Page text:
¶8 The parties agree that there is a sharp division of authority on the basic issue of whether the provisions of Sec. 232, supra, are applicable under the facts of this case, and also agree that this is the first case which presents directly such issue to the Court.
¶9 In support of its contention on said issue, insurer cites as being directly in point Metropolitan Life Ins. Co. v. Conway, 252 N.Y. 449, 169 N.E. 642; Fisher v. United States Life Ins. Co. in New York City, 4 Cir., 249 F.2d 879; Carp v. California-Western States Life Ins. Co., 5 Cir., 252 F.2d 337; Elsey v. Prudential Ins. Co. of America, 10 Cir., 262 F.2d 432; Washington National Ins. Co. v. Burch, 5 Cir., 270 F.2d 300; and Rasmussen v. Equitable Life Assurance Soc., 293 Mich. 482, 292 N.W. 377. In her reply brief, plaintiff asserts in substance that the cited cases can be distinguished from the instant case either on the facts or the issues presented. While the cases may not be squarely in point, we are of the opinion that generally speaking, the cases tend to sustain insurer's contention. Insurer also cites Reed v. Home State Life Ins. Co., 186 Okl. 226, 97 P.2d 53; Bankers Life Co. of Des Moines, Iowa v. Horton, 189 Okl. 591, 118 P.2d 402; and Prudential Ins. Co. of America v. Elias, 188 Okl. 420, 109 P.2d 815 as tending to sustain its basic contention.
¶10 In support of her primary contention, plaintiff cites as being directly in point John Hancock Mut. Life Ins. Co. of Boston, Mass. v. Dorman, 9 Cir., 108 F.2d 220; Equitable Life Assurance Soc. v. Florence, 47 Ga. App. 711, 171 S.E. 317; Allison v. Aetna Life Ins. Co., La., 158 So. 389, and Eagon v. Union Labor Life Ins. Co., 3 N.Y.2d 785, 164 N.Y.S.2d 37, 143 N.E.2d 793. In its brief insurer asserts in substance that each of the cited cases tend to sustain plaintiff's contention. Plaintiff also cites a number of cases from this jurisdiction which she asserts tend to sustain her contention.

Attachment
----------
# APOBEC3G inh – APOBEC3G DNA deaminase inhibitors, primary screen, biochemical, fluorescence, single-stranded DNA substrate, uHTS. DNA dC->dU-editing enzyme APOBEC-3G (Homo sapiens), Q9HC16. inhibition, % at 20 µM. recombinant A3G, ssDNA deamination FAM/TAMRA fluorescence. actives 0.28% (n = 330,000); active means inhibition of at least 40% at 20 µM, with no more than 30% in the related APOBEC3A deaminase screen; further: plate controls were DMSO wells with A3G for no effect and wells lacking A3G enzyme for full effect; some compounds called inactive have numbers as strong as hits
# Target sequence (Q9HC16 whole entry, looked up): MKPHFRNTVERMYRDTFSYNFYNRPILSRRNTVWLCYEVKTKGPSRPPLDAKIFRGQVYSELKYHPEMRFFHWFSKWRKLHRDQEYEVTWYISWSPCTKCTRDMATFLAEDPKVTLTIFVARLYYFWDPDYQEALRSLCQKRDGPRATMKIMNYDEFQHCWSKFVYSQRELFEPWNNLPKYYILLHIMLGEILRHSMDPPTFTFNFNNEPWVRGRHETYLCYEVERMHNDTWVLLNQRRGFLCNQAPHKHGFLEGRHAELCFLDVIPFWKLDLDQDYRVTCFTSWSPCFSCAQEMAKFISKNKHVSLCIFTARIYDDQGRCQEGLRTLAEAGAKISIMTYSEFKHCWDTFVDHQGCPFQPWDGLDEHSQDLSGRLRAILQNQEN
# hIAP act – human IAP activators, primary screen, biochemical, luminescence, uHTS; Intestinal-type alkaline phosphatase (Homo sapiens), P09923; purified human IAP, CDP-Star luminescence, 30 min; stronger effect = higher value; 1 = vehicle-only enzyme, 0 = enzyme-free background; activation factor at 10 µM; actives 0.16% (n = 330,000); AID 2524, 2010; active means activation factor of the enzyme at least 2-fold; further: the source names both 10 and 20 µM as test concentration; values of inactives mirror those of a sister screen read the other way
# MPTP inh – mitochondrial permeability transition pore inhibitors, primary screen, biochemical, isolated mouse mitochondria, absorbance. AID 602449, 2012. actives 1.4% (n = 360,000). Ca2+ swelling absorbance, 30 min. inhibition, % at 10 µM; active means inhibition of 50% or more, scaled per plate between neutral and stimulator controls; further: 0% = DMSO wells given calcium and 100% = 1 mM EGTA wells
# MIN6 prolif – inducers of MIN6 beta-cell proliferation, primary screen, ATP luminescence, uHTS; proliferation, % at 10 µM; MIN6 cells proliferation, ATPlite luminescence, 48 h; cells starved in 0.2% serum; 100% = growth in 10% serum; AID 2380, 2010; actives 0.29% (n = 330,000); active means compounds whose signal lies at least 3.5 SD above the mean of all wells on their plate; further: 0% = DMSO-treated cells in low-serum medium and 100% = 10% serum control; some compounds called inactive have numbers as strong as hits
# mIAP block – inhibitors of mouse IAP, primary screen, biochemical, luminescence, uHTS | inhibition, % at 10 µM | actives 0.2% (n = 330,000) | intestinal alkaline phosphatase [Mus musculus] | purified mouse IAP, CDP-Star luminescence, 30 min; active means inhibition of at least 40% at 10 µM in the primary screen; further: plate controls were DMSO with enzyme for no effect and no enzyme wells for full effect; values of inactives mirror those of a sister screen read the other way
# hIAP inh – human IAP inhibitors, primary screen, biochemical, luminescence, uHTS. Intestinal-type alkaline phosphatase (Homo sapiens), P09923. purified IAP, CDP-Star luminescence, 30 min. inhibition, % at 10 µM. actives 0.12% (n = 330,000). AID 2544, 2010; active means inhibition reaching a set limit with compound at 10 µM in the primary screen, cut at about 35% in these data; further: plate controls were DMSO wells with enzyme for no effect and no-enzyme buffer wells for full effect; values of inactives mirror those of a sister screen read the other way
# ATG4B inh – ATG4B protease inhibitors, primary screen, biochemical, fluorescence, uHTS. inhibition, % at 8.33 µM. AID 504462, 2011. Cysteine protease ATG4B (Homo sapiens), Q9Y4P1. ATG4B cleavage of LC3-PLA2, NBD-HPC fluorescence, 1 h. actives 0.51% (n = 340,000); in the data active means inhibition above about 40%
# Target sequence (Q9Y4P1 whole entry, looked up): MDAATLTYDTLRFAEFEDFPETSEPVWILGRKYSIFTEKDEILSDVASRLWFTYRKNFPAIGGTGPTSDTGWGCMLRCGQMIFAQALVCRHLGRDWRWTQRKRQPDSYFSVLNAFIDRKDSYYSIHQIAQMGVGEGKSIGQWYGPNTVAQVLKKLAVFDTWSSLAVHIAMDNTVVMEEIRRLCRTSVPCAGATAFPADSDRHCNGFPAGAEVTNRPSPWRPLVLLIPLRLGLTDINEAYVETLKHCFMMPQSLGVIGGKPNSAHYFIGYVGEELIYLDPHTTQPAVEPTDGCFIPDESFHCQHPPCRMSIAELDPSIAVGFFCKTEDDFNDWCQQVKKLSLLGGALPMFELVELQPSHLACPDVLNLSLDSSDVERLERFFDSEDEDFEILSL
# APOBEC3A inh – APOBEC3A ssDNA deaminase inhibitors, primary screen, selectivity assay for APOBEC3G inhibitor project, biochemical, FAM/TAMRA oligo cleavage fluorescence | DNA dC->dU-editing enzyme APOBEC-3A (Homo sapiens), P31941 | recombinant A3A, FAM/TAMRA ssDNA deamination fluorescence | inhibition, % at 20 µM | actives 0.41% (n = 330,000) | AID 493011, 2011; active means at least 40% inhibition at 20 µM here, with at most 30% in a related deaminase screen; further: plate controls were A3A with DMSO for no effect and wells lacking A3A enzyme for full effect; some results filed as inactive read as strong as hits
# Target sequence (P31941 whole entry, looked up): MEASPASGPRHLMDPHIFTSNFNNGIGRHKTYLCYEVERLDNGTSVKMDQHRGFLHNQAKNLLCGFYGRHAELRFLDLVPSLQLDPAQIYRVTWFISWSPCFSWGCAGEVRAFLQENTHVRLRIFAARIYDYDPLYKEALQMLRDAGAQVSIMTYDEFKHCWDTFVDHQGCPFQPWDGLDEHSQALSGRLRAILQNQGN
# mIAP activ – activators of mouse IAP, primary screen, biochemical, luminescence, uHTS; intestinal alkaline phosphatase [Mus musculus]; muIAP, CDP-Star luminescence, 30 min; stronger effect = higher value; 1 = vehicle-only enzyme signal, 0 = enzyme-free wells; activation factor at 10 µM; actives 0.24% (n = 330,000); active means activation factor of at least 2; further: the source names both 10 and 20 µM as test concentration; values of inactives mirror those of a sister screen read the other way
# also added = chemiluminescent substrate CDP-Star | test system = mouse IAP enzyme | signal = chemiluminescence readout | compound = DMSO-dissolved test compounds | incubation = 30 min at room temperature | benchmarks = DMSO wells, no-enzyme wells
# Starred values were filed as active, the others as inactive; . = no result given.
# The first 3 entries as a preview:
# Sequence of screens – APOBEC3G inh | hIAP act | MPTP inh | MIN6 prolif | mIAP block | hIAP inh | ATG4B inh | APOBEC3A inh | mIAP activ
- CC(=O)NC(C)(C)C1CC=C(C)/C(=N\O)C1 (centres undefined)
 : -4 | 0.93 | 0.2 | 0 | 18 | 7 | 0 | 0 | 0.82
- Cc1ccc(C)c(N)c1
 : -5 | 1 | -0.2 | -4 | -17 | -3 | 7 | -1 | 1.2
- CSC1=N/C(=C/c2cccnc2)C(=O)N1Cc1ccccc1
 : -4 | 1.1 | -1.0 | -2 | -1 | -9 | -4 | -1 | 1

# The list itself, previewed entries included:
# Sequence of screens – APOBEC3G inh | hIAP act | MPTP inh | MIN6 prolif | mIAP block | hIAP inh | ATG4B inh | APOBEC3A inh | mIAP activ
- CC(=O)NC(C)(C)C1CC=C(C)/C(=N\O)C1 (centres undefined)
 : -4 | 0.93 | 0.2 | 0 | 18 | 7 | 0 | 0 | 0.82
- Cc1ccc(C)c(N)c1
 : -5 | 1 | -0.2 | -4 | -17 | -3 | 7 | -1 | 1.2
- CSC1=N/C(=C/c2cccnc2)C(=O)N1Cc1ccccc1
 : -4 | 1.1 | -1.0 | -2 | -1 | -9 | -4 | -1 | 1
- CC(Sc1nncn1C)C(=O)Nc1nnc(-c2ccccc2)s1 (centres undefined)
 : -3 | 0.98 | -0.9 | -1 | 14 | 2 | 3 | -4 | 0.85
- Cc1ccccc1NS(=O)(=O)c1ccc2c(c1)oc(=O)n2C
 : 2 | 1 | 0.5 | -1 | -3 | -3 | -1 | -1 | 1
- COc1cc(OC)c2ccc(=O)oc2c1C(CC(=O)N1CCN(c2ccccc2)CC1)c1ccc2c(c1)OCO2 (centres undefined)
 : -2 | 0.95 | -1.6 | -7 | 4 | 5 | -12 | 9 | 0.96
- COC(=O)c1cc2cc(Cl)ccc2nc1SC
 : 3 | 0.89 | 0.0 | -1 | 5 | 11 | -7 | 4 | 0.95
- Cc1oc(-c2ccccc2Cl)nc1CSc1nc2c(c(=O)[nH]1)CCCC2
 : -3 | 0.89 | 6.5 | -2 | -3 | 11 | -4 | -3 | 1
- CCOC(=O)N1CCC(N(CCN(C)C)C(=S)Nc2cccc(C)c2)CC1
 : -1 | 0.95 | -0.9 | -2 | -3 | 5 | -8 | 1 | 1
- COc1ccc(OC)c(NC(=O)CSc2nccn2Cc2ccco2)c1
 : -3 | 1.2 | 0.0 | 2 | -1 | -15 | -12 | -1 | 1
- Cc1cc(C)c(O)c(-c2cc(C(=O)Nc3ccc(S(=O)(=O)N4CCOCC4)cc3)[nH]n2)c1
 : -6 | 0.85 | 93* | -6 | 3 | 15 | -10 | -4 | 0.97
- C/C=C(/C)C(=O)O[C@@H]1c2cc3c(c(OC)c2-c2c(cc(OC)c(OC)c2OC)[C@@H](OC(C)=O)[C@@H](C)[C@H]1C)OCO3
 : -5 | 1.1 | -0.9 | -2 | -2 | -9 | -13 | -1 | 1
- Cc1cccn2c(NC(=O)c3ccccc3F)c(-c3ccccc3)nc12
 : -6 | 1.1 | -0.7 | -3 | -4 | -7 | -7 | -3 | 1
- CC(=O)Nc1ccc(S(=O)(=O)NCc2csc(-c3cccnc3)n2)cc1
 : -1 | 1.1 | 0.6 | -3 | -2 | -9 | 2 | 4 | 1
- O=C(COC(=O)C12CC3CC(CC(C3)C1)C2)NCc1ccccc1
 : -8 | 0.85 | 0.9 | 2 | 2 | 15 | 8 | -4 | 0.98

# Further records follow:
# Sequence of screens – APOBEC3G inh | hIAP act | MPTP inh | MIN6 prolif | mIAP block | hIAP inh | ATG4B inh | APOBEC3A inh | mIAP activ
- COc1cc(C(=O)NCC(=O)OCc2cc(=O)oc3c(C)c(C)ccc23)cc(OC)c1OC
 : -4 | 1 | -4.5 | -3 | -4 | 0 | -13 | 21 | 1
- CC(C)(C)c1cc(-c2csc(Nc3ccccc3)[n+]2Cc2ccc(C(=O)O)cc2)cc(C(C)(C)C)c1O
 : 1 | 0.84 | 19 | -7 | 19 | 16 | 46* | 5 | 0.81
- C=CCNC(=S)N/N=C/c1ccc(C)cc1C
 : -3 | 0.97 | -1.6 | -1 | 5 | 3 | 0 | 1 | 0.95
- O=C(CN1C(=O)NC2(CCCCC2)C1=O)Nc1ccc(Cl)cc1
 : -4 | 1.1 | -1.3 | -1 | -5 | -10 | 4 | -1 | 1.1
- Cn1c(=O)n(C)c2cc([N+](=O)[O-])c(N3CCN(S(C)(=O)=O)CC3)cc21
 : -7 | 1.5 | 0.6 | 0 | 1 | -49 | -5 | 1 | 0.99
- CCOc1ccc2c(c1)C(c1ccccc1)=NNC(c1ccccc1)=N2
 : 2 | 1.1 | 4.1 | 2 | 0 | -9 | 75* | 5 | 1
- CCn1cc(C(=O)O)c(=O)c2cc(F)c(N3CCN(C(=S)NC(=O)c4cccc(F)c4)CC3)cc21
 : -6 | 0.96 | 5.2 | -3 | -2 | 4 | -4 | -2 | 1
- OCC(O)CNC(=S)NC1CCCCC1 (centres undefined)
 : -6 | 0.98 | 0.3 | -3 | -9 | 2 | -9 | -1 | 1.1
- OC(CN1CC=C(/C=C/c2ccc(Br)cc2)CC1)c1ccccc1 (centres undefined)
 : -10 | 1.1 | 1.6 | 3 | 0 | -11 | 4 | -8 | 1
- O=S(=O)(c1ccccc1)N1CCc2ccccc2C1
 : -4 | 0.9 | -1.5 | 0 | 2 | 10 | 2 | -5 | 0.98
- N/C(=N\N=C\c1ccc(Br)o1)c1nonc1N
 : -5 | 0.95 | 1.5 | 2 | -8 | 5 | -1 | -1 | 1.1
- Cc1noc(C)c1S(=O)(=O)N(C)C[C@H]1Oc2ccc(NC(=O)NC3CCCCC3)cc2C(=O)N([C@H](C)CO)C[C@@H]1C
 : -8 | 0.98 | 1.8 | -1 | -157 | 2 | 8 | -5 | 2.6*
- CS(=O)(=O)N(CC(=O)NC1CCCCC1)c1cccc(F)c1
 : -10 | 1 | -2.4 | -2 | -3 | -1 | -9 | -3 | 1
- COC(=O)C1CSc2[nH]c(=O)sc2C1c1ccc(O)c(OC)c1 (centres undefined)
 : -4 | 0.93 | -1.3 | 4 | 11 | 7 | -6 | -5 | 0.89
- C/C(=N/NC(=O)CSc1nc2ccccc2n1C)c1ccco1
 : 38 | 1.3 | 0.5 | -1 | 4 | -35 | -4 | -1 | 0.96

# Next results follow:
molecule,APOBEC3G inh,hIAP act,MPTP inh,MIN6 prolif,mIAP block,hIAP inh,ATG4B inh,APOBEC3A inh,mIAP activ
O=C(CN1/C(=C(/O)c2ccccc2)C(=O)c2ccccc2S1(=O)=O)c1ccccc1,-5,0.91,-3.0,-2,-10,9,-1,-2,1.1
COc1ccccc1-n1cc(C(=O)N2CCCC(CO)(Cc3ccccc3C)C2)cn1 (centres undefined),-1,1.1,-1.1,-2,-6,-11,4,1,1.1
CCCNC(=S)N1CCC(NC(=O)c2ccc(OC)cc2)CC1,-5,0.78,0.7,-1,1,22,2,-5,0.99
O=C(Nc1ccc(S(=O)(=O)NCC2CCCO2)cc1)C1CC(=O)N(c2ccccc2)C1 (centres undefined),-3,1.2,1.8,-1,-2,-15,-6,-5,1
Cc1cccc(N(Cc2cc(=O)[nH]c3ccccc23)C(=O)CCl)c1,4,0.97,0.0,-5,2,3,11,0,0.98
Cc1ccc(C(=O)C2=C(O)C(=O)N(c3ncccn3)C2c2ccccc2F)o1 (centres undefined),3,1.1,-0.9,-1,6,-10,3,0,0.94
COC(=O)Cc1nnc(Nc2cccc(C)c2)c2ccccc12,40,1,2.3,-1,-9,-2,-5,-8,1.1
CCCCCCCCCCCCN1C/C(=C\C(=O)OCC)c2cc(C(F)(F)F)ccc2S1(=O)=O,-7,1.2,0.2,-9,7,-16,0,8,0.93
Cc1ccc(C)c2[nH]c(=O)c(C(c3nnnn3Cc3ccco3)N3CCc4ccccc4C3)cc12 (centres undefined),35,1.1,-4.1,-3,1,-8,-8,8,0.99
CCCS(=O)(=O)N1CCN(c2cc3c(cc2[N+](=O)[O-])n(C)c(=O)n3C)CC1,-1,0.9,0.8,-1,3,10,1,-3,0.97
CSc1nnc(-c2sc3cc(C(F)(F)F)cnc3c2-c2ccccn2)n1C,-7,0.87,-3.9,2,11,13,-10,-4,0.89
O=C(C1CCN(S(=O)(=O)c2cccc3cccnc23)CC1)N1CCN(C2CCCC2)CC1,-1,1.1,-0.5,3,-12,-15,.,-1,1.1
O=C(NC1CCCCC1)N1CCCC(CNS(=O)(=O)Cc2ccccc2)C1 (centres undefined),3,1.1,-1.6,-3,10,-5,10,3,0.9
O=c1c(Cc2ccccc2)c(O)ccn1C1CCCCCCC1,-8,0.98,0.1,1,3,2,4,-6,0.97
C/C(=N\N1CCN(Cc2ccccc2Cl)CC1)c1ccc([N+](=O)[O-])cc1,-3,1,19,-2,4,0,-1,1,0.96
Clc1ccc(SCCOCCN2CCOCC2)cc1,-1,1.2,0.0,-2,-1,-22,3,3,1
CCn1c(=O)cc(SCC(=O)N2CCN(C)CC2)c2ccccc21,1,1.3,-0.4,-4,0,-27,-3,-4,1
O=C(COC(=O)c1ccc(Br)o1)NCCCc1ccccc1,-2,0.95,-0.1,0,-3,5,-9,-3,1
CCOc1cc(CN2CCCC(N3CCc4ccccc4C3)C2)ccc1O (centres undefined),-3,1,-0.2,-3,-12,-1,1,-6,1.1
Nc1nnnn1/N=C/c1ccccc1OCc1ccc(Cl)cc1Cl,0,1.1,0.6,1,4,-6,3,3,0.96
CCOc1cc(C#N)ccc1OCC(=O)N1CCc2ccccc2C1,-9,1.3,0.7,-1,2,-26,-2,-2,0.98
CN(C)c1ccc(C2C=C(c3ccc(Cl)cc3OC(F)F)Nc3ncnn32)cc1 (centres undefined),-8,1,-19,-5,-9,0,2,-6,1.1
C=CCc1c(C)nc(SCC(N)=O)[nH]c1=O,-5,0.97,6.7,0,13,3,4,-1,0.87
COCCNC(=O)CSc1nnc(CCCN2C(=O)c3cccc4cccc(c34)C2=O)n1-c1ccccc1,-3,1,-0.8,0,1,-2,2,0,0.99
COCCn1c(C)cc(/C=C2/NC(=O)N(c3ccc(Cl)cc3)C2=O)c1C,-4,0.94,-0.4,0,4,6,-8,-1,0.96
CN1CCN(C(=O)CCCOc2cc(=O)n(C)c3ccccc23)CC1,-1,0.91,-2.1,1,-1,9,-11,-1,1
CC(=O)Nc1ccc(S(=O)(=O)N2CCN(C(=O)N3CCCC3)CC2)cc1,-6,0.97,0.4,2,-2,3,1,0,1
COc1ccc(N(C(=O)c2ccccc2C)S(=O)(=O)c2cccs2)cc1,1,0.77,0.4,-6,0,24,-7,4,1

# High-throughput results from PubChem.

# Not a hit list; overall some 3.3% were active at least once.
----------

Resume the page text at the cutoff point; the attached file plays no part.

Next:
¶11 In view of the purpose of Sec. 232, supra, we are of the opinion that under the facts of this case insurer is precluded from defending on the grounds that deceased was not in fact an employee of employer and for said reason no contract of insurance ever existed.
¶12 The record shows that deceased was at all times available to do any tax work that employer requested him to do and that he regularly did tax work for employer. While the evidence may fail to show that deceased was, in a technical sense, an employee of employer and as such a member of the class to whom insurance was offered under the group policy, it is apparent that justification existed for the laymen who represented employer concluding that deceased was an employee of employer and as such within the coverage of the group policy. In speaking of the purpose of the incontestable clause of an insurance policy, it was pointed out in Metropolitan Life Ins. Co. v. Peeler, 122 Okl. 135, 176 P. 939, 940, 6 A.L.R. 441, that "the meaning of the provision is that, if the premiums are paid, the liability shall be absolute under the policy, and that no question shall be made of its original validity. The language admits of no reasonable construction other than that the company reserves to itself the right to ascertain all the matter and facts material to its risk and the validity of its contract for one year; and that if within that time it does not ascertain all the facts, and does not cancel and rescind the contract, it may not do so afterwards upon any ground then in existence." (Citing cases.)